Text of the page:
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Video killed-the-radio-star-an-introduction-to-music-video

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Mr Ford's Introductory Booklet. AS to A2 OCR Media Studies transition work

Mr Ford's Introductory Booklet. AS to A2 OCR Media Studies transition work


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  • 1. VIDEO KILLED THE RADIO STAR AN INTRODUCTION TO MUSIC VIDEO A2 INDUCTION 2014
  • 2. 1 FOR YOUR A2 COURSEWORK YOU WILL PRODUCE:  A MEDIA PORTFOLIO, COMPROMISING A MAIN AND TWO ANCILLARY TEXTS 60 MARKS  RESEARCH AND PLANNING 20 MARKS  EVALUATION 20 MARKS MAIN TASK A PROMOTION PACKAGE FOR THE RELEASE OF AN ALBUM, TO INCLUDE: A MUSIC PROMO VIDEO – 40 MARKS PLUS:  A DIGIPAK CONSISTING OF AT LEAST SIX PANELS (CD PACKAGE) 10 MARKS  A MAGAZINE ADVERT FOR THE DIGIPAK (CD PACKAGE) 10 MARKS YOU WILL THEN BE REQUIRED TO ANSWER TWO QUESTIONS IN YOUR 2015 EXAM ON YOUR COURSEWORK. QUESTION 1A (25 MARKS) WILL FOCUS ON YOUR SKILLS DEVELOPMENT FROM AS TO A2. YOU HAVE ALREADY BEGUN PREPARATION FOR THIS DURING YOUR A2 INDUCTION LESSONS QUESTION 1B (25 MARKS) WILL ASK YOU TO ANALYSE ONE OF YOUR PRODUCTS IN RELATION TO ONE OF THE FOLLOWING KEY CONCEPTS  NARRATIVE  AUDIENCE  GENRE  REPRESENTATION  MEDIA LANGUAGE
  • 3. 2 THE PURPOSE OF A MUSIC VIDEO A music video is a short film or video that accompanies a complete piece of music/song. Modern music videos are primarily made and used as a [marketing] device intended to promote the sale of music recordings. Although the origins of music videos go back much further, they came into their own in the 1980s, when MTV based their format around the medium, and later with the launch of VH1. The term "music video" first came into popular usage in the early 1980s. Prior to that time, these works were described by various terms including "filmed insert", "promotional (promo) film", "promotional (promo) clip" or "film clip" (Wikipedia) TASK 1 1.WHAT DO YOU THINK ARE THE MAJOR ELEMENTS OF AN ALBUM MARKETING CAMPAIGN (THE DIFFERENT WAYS IN WHICH A BAND/ARTISTS IDENTITY IS MEDIATED TO AN AUDIENCE)? 2.WHERE HAVE YOU ENCOUNTERED THESE ELEMENTS IN YOUR DAILY LIFE? 3.WHAT FACTORS MAKE YOU ‘LIKE’ A BAND AND THEREFORE DOWNLOAD THEIR MUSIC, BUY THEIR ALBUMS OR ATTEND THEIR CONCERTS? HOW DO YOU DECIDE WHICH BAND IS ‘COOL’ AND WHICH IS NOT? WHAT MAKES THE MUSIC VIDEO UNIQUE? THE MUSIC VIDEO IS DESIGNED FOR MULTIPLE VIEWINGS; IT HAS TO BE INSTANTLY MEMORABLE YET INTERESTING ENOUGH TO WARRANT WATCHING AGAIN AND AGAIN. UNLIKE THE FILM TRAILER IT IS NOT DESIGNED TO BE VIEWED ON A LARGE SCREEN NOR IS ITS AUDIENCE CAPTIVE. 1.WHERE AND WHEN DO YOU WATCH MUSIC VIDEOS?
  • 4. 3 TASK 2 IN THE SPACE BELOW LIST AS MANY FEATURES/CONVENTIONS OF MUSIC VIDEOS THAT YOU CAN THINK OF.
  • 5. 4 Analysing Music Videos : 1. Genre Categories: Illustration – either a straightforward performance video or a simple narrative video (or mixture of the two) that illustrates the meaning of the lyrics and visualizes the music in a straightforward way. It could be called music video ‘denotation’. A good example of a classic mixed narrative/performance video is Pulp’s ‘Babies’. Amplification – the conventions demonstrated by the music video ‘auteur’ or creative director. S/he may use both performance and narrative, however, rather than simply illustrate the lyrics or sounds this director will ‘amplify’ both with creative interpretation, unusual ideas and surrealistic approaches. There is still a direct link to the song, whether it be the beat, sound or ‘connotative’ link to part of the lyrics or song title. See Spike Jones’ video for Fat Boy Slim’s ‘Praise You’ or Michel Gondry’s video for Kylie Minogue’s ‘Come Into My Life’. Disjuncture – also created by ‘auteur’ directors these videos are completely abstract and have no obvious link to the music, lyrics, song title or artist. In this sense they are a point of ‘disjuncture’ from the song. See Spike Jones’ video for Daft Punk’s ‘Da Funk’ or any Radiohead video. 2. The Narrative Video Codes and the Performance Video Codes: Narrative Video: Narratives are rarely complex for two reasons: 1. They need to market or advertise the band/artist and song so must feature ‘repeatability’ In other words the narrative code must be ‘loose’ or simply ‘suggestive’ rather than ‘realistic’ or ‘detailed’. This is because music video audiences need to be able to watch videos repeatedly and a tight realist narrative would prove too boring after the first couple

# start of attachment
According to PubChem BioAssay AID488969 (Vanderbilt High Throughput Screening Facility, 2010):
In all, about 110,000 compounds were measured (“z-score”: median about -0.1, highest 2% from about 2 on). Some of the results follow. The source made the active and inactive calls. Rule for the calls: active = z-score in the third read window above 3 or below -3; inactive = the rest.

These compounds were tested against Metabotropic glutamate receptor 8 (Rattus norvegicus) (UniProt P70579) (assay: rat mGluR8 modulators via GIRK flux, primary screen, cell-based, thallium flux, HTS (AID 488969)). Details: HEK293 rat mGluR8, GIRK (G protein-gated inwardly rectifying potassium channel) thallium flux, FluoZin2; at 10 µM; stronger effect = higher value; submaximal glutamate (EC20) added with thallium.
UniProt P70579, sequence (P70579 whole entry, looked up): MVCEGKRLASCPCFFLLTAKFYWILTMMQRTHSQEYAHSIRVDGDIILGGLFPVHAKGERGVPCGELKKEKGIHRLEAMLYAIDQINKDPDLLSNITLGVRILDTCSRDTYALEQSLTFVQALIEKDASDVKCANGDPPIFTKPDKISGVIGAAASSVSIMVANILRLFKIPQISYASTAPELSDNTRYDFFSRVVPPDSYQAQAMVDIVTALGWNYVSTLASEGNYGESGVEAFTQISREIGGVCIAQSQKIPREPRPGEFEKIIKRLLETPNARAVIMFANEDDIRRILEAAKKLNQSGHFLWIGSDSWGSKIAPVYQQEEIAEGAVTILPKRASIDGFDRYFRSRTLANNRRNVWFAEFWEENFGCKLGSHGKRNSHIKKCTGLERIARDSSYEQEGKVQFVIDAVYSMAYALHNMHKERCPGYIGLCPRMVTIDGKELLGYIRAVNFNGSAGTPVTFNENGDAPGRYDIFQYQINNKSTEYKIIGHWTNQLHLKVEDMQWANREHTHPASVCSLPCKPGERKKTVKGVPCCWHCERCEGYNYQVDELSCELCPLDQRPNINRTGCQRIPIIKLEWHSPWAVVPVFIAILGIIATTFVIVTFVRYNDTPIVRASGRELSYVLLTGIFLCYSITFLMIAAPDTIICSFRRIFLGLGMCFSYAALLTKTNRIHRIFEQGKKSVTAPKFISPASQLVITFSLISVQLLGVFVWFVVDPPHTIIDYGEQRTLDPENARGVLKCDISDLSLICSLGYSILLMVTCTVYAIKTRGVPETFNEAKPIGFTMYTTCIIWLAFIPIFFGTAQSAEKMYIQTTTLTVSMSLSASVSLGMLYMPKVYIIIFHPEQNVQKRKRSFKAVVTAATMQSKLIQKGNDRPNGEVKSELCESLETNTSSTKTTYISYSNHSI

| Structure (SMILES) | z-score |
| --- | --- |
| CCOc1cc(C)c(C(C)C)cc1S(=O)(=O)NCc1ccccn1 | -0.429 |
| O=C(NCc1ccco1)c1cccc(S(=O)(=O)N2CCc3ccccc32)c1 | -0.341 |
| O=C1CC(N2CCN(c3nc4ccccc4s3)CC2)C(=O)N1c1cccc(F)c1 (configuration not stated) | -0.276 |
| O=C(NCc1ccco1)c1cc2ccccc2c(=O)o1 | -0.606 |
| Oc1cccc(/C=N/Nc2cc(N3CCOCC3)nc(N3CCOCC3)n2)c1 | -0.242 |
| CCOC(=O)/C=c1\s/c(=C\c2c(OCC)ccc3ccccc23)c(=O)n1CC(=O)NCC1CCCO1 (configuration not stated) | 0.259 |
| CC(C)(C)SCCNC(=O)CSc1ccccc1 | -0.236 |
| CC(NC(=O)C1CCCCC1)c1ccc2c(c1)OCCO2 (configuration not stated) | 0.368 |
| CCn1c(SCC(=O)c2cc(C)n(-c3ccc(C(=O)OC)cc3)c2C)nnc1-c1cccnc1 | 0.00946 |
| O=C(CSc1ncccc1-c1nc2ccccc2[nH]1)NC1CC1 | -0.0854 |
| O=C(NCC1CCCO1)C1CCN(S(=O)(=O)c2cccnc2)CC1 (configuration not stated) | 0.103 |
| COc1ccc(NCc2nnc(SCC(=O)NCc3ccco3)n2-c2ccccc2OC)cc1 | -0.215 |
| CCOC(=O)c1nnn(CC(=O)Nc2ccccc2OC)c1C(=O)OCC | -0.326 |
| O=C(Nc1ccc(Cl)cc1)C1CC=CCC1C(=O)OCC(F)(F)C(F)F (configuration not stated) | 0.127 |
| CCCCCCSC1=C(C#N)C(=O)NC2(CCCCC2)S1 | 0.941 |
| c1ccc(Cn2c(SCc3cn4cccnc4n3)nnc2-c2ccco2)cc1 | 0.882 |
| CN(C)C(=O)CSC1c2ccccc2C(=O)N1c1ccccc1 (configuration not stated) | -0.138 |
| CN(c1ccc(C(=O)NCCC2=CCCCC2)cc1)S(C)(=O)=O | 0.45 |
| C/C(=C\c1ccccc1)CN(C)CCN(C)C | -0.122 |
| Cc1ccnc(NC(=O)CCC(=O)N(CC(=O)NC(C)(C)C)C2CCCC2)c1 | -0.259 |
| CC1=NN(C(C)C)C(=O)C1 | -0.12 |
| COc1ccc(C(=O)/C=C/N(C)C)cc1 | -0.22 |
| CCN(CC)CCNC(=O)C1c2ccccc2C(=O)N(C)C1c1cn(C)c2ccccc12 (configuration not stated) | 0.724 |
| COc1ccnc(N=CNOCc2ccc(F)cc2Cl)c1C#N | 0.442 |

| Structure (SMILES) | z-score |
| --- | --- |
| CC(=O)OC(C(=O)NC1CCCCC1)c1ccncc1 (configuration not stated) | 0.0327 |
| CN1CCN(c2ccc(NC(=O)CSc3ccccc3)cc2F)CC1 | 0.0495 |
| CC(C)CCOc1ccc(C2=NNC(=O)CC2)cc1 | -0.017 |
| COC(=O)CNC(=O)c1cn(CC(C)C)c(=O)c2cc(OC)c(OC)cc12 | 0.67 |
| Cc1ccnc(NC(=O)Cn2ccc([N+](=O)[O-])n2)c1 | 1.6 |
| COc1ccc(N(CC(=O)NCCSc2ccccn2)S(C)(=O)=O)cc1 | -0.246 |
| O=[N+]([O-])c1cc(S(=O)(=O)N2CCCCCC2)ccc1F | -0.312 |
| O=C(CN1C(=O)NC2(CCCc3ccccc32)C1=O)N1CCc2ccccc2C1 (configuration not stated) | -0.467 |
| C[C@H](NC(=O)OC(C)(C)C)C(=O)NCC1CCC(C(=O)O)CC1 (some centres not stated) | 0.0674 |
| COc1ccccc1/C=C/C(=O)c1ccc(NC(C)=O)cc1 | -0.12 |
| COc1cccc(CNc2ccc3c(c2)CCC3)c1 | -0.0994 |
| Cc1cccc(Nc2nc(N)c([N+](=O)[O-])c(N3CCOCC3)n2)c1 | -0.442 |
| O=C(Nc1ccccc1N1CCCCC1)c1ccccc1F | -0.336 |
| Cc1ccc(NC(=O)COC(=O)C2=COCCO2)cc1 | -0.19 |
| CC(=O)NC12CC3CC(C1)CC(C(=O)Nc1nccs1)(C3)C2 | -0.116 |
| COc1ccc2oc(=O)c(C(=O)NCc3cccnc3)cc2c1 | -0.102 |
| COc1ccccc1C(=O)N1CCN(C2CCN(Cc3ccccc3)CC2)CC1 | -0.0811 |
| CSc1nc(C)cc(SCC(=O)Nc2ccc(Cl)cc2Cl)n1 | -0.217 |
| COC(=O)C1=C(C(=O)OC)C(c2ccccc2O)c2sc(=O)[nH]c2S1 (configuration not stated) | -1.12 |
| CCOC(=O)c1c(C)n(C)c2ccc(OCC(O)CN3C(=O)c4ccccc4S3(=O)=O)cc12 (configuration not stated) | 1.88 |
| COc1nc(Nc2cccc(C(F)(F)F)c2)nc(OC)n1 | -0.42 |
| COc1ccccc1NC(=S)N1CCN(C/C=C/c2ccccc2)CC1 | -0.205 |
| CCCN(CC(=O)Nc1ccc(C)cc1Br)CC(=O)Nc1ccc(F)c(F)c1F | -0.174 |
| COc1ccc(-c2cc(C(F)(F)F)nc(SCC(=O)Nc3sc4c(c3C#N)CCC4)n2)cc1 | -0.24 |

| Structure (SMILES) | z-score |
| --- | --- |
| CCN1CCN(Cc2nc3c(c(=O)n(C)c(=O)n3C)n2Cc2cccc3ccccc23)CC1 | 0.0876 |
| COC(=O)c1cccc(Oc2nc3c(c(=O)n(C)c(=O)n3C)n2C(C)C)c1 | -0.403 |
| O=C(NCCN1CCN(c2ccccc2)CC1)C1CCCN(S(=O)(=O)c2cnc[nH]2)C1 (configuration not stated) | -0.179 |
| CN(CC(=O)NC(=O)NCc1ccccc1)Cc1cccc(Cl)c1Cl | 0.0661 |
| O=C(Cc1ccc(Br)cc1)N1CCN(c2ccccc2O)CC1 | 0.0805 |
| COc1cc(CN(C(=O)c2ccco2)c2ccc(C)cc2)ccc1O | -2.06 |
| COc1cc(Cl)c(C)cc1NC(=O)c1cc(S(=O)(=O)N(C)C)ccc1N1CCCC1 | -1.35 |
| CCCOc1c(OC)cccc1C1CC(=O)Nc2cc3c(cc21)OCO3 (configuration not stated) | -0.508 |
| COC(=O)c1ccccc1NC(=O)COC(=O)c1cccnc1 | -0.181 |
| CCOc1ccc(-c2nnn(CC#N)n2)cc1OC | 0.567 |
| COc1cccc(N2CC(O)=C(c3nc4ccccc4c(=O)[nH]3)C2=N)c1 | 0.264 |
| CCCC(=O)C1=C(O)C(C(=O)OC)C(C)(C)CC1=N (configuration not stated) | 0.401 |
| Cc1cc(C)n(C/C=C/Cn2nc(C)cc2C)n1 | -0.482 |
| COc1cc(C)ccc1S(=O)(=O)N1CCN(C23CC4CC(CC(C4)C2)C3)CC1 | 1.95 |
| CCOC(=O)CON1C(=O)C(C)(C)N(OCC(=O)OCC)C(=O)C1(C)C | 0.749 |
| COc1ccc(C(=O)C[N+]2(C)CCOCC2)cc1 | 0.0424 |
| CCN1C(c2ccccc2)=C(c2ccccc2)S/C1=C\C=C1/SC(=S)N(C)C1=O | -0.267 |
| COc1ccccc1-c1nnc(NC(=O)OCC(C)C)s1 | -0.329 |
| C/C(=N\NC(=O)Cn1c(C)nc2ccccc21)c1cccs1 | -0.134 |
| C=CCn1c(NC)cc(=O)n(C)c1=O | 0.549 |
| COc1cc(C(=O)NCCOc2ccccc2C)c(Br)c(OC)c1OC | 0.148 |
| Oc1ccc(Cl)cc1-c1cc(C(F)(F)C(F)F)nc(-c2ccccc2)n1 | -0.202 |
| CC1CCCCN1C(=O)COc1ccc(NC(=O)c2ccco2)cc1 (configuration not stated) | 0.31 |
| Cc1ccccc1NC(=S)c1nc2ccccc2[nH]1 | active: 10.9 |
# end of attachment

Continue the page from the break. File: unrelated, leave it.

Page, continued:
• 6. 5 of viewings. Musical Synaesthesia only requires the musical or lyrical ‘mood’ to latch onto to develop a narrative concept. 2. Musical Synaesthesia – the two elements of the song which determine the visual subject matter or overall concept a) Roland Barthes theory of “the grain of voice” whereby the vocal sounds can be understood as music in themselves eg Michael Jackson’s ‘yelp’ or Fantasia’s ‘yeh, yeh, yeh..” or the tone of voice of the words which are the song title themselves e.g Bjork’s ‘It’s Oh So Quiet’ b) The dominant musical arrangement that dictates the overall mood. This could be a key guitar sound(the bassline in ‘Sabotage’ The Beastie Boys) or a particular beat (‘Weapon of Choice’ Fatboy Slim) Once the director has identified what he/she thinks is the key vocal or musical element then this may be used to tap into the audience’s sense of shared cultural history or intertextuality e.g. The steel guitar=the American Deep South and desert plains A r’n’b beat or bass line=an urban environment A group of choral voices=a place of religious significance e.g.: church or graveside etc. Performance Video: 1. Conventions of the band performance: a degree of authenticity of the performance is sought by the band and the director so we find lip-sync close-up, mimed playing of instruments, repetition of chorus shots to enhance ‘repeatability’, unusual camera shots and angles e.g. the micro camera shots attached to the neck of a guitar, sweeping crane shots to film audience reaction to the band playing etc (see number 4) 2. Conventions of solo artist performance: many of the above plus choreographed dance routines to enhance ‘repeatability’, a first person mode of address directly